Karl Marx once noted: “History repeats itself, first as tragedy, then as farce”. To avert another “farce” in which the horrors of history are repeated, we need to once and for all challenge the root cause: capitalism.

$30 billion of U.S. War Money Given to Crooks and Wasters

RT
August 31, 2011

The US wasted at least one dollar out of six on wars in Iraq and Afghanistan, which amounts to about US $30 billion, a bipartisan commission found. The sum may double in future, as foreign governments abandon unsustainable projects funded by the US.

The Commission on Wartime Contracting in Iraq and Afghanistan is to report its sobering findings on Wednesday, but co-chairs Christopher Shays and Michael Thibault made parts of it public on Monday in an op-ed article in the Washington Post.

“Tens of billions of taxpayer dollars have been wasted through poor planning, vague and shifting requirements, inadequate competition, substandard contract management and oversight, lax accountability, weak inter-agency co-ordination, and sub-par performance or outright misconduct by some contractors and federal employees. Both government and contractors need to do better,” they say.

The Pentagon has been increasingly reliant on contractors to wage war over the decades. In Afghanistan and Iraq, on average, there was one private contractor for each troop serving, with the total number of contractors at times exceeding 260,000. Now America “cannot conduct large or prolonged military operations without contractor support.”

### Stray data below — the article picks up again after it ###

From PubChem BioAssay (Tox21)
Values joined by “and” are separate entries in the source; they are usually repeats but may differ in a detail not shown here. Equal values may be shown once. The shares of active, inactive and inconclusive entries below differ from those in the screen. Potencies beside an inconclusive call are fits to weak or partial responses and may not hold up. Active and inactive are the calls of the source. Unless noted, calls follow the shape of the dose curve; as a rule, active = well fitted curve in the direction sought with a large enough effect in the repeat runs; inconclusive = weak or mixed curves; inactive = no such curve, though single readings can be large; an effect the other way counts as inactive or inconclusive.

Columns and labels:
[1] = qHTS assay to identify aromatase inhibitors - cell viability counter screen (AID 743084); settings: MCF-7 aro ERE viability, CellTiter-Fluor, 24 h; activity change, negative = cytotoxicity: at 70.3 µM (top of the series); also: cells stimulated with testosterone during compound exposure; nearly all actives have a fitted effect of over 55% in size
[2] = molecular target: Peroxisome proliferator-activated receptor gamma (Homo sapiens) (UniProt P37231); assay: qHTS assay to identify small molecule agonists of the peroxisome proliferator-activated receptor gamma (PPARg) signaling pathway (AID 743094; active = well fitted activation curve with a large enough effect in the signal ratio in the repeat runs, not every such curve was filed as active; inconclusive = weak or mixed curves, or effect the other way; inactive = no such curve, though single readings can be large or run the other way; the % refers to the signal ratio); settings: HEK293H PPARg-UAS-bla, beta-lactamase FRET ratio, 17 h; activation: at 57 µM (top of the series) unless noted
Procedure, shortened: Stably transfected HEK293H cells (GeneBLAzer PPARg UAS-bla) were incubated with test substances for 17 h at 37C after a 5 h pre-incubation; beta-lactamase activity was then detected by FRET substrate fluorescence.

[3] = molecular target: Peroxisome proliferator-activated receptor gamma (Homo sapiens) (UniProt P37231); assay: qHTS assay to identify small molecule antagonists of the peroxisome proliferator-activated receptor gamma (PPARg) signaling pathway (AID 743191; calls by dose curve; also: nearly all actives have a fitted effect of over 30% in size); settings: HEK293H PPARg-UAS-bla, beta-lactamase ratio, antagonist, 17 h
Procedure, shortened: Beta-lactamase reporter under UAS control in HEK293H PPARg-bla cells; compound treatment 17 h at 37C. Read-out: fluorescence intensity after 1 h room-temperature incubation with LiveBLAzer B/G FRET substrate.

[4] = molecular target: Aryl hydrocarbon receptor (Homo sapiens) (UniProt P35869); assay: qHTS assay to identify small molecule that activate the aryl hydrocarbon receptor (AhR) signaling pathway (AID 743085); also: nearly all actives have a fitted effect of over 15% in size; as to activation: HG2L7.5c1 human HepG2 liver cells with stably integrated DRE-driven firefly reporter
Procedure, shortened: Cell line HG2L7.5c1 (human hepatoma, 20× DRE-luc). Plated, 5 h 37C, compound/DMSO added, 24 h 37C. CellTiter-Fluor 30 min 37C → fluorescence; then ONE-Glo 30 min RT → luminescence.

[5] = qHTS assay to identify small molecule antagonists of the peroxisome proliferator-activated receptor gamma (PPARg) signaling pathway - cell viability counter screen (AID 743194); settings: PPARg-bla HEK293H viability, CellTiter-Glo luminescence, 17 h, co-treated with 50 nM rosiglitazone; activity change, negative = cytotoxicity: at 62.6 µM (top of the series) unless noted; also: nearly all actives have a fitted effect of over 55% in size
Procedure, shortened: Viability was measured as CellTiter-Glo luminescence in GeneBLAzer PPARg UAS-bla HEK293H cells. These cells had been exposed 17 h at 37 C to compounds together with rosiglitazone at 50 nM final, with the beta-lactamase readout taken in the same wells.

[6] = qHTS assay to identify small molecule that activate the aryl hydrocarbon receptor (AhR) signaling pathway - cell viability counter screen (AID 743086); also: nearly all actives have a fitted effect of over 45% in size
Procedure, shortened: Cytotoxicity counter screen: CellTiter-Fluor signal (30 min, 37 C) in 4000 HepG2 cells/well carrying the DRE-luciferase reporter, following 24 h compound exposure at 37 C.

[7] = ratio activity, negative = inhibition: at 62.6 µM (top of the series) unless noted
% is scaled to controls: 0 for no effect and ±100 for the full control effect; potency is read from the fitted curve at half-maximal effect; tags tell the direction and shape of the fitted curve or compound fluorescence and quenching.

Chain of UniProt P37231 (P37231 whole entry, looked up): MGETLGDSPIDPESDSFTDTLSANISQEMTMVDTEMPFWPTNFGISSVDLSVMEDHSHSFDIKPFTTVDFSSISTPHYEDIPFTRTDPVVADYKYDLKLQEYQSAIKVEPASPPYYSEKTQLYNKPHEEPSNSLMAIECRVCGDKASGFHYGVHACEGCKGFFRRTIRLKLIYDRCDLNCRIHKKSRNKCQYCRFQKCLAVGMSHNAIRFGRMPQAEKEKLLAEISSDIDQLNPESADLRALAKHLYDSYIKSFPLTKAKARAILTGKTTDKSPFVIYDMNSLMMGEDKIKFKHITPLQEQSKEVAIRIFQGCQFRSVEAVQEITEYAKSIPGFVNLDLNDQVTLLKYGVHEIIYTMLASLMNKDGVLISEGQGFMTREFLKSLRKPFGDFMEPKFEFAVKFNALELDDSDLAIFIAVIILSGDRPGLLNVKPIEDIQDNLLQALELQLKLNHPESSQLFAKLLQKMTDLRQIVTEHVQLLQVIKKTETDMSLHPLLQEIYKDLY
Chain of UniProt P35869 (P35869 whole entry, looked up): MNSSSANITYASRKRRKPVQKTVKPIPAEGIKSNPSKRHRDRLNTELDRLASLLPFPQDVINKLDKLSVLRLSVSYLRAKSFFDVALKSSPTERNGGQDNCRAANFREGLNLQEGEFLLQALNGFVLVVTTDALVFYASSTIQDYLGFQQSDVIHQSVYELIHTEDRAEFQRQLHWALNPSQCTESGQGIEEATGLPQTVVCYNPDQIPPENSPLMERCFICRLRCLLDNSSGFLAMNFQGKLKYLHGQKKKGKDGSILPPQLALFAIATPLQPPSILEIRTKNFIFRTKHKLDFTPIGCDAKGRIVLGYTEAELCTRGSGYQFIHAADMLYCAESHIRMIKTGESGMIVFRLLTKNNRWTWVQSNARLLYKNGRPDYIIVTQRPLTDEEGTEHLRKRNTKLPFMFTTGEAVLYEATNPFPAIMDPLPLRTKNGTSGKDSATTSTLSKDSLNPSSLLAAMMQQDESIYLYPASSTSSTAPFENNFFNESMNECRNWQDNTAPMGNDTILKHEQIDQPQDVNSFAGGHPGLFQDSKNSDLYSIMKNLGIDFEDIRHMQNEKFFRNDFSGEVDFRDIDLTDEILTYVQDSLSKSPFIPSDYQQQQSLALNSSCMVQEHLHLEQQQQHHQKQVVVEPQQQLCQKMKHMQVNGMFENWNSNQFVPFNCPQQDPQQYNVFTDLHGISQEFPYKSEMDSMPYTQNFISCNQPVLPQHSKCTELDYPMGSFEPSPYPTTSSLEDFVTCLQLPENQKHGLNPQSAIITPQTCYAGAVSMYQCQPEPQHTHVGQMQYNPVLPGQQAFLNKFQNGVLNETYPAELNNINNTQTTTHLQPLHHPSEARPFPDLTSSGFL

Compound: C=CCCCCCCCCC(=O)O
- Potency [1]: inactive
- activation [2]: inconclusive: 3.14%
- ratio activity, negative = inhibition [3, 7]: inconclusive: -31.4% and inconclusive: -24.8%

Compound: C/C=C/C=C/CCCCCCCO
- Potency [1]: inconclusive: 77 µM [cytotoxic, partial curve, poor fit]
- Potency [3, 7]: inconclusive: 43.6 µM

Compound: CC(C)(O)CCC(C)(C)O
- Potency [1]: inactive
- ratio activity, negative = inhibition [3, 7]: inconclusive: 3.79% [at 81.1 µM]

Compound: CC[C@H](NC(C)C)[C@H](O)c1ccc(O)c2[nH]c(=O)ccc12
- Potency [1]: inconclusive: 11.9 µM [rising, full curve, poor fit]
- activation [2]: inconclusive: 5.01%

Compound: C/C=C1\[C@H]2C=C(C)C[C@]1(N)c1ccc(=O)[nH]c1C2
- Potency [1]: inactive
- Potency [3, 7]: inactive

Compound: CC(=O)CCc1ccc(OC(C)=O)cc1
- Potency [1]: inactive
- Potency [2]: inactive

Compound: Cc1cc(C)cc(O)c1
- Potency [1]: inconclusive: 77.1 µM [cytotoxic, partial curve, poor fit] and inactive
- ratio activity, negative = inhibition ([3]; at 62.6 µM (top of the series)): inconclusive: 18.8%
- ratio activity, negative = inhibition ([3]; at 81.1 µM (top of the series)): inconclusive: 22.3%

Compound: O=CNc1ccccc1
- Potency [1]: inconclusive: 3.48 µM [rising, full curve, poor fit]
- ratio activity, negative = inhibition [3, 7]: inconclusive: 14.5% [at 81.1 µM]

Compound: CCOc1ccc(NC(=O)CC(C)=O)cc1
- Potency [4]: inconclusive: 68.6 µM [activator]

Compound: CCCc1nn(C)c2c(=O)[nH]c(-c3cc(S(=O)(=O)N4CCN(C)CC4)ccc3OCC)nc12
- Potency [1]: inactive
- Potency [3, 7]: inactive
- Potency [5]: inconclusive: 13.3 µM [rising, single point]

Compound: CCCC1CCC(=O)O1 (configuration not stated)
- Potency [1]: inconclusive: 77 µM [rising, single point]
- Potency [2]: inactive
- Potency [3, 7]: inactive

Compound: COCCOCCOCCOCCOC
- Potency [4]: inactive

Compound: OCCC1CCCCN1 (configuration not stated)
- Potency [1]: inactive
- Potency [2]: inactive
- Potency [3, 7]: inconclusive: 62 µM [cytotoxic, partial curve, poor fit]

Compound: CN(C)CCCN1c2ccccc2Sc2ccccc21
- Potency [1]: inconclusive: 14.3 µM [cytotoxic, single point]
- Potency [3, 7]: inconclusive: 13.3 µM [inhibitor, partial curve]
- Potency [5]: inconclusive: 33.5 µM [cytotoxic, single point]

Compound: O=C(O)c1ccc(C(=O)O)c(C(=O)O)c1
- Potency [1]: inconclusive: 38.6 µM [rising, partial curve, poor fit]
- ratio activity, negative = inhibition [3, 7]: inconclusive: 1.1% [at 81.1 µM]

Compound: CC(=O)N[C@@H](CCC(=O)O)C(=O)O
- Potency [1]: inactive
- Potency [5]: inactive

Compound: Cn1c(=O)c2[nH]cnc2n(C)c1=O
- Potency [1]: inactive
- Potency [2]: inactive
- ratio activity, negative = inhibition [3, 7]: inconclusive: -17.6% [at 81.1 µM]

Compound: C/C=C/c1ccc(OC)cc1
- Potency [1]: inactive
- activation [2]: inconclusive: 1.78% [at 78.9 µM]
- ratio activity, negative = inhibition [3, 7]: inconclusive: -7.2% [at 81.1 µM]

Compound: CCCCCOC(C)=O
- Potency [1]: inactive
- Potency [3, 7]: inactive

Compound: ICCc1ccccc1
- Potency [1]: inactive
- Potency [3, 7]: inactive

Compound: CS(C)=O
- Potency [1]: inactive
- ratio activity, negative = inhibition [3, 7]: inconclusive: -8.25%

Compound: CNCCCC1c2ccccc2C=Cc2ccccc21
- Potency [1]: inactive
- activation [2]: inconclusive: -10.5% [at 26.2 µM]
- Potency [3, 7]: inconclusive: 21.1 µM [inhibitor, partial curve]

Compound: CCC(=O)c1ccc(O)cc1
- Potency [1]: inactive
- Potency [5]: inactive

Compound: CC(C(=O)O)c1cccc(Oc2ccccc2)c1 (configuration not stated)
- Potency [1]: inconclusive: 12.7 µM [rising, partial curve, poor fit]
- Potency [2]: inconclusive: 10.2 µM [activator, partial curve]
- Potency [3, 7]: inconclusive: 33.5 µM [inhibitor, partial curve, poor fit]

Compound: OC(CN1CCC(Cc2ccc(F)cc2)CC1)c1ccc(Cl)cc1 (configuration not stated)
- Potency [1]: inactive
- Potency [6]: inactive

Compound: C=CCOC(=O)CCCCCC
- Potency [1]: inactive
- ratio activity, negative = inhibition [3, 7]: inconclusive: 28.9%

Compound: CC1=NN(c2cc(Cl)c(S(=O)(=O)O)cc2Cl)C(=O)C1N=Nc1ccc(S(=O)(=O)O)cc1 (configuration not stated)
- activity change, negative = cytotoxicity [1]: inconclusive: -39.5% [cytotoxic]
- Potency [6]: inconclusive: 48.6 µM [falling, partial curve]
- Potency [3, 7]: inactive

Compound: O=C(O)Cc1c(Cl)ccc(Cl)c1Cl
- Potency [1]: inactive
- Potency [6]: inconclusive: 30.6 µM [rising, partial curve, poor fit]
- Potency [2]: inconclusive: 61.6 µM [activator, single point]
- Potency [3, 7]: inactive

The sheer scale of private firms’ operation aggravated by lack of accountability caused a fresh set of problems and has harmed US interests in a number of ways, the authors say.

“Our final report shows that the costs of contracting waste and fraud extend beyond the disservice to taxpayers. The costs include diminishing US military, diplomatic and development efforts; fostering corruption in host countries; and undermining US standing and influence overseas,” they say.

“Poor planning, federal understaffing and over-reliance led to billions of dollars of contracts awarded without effective competition, legions of foreign subcontractors not subject to US laws, private security guards performing tasks that can easily escalate into combat, unprosecuted instances of apparent fraud, and projects that are unlikely to be sustained by the governments of Iraq and Afghanistan,” the authors add.

The potential waste from unfinished or unsustainable projects is a problem, which may equal in scale that of actual waste from poor handling of direct expenditures. Some of the examples of this are $40 million invested in a prison in Iraq which Baghdad did not want and that was never finished, and $300 million poured into a Kabul power plant which the Afghan government has neither the money nor the technical skills to use. The money came from US taxpayers and is likely to simply vanish down the drain.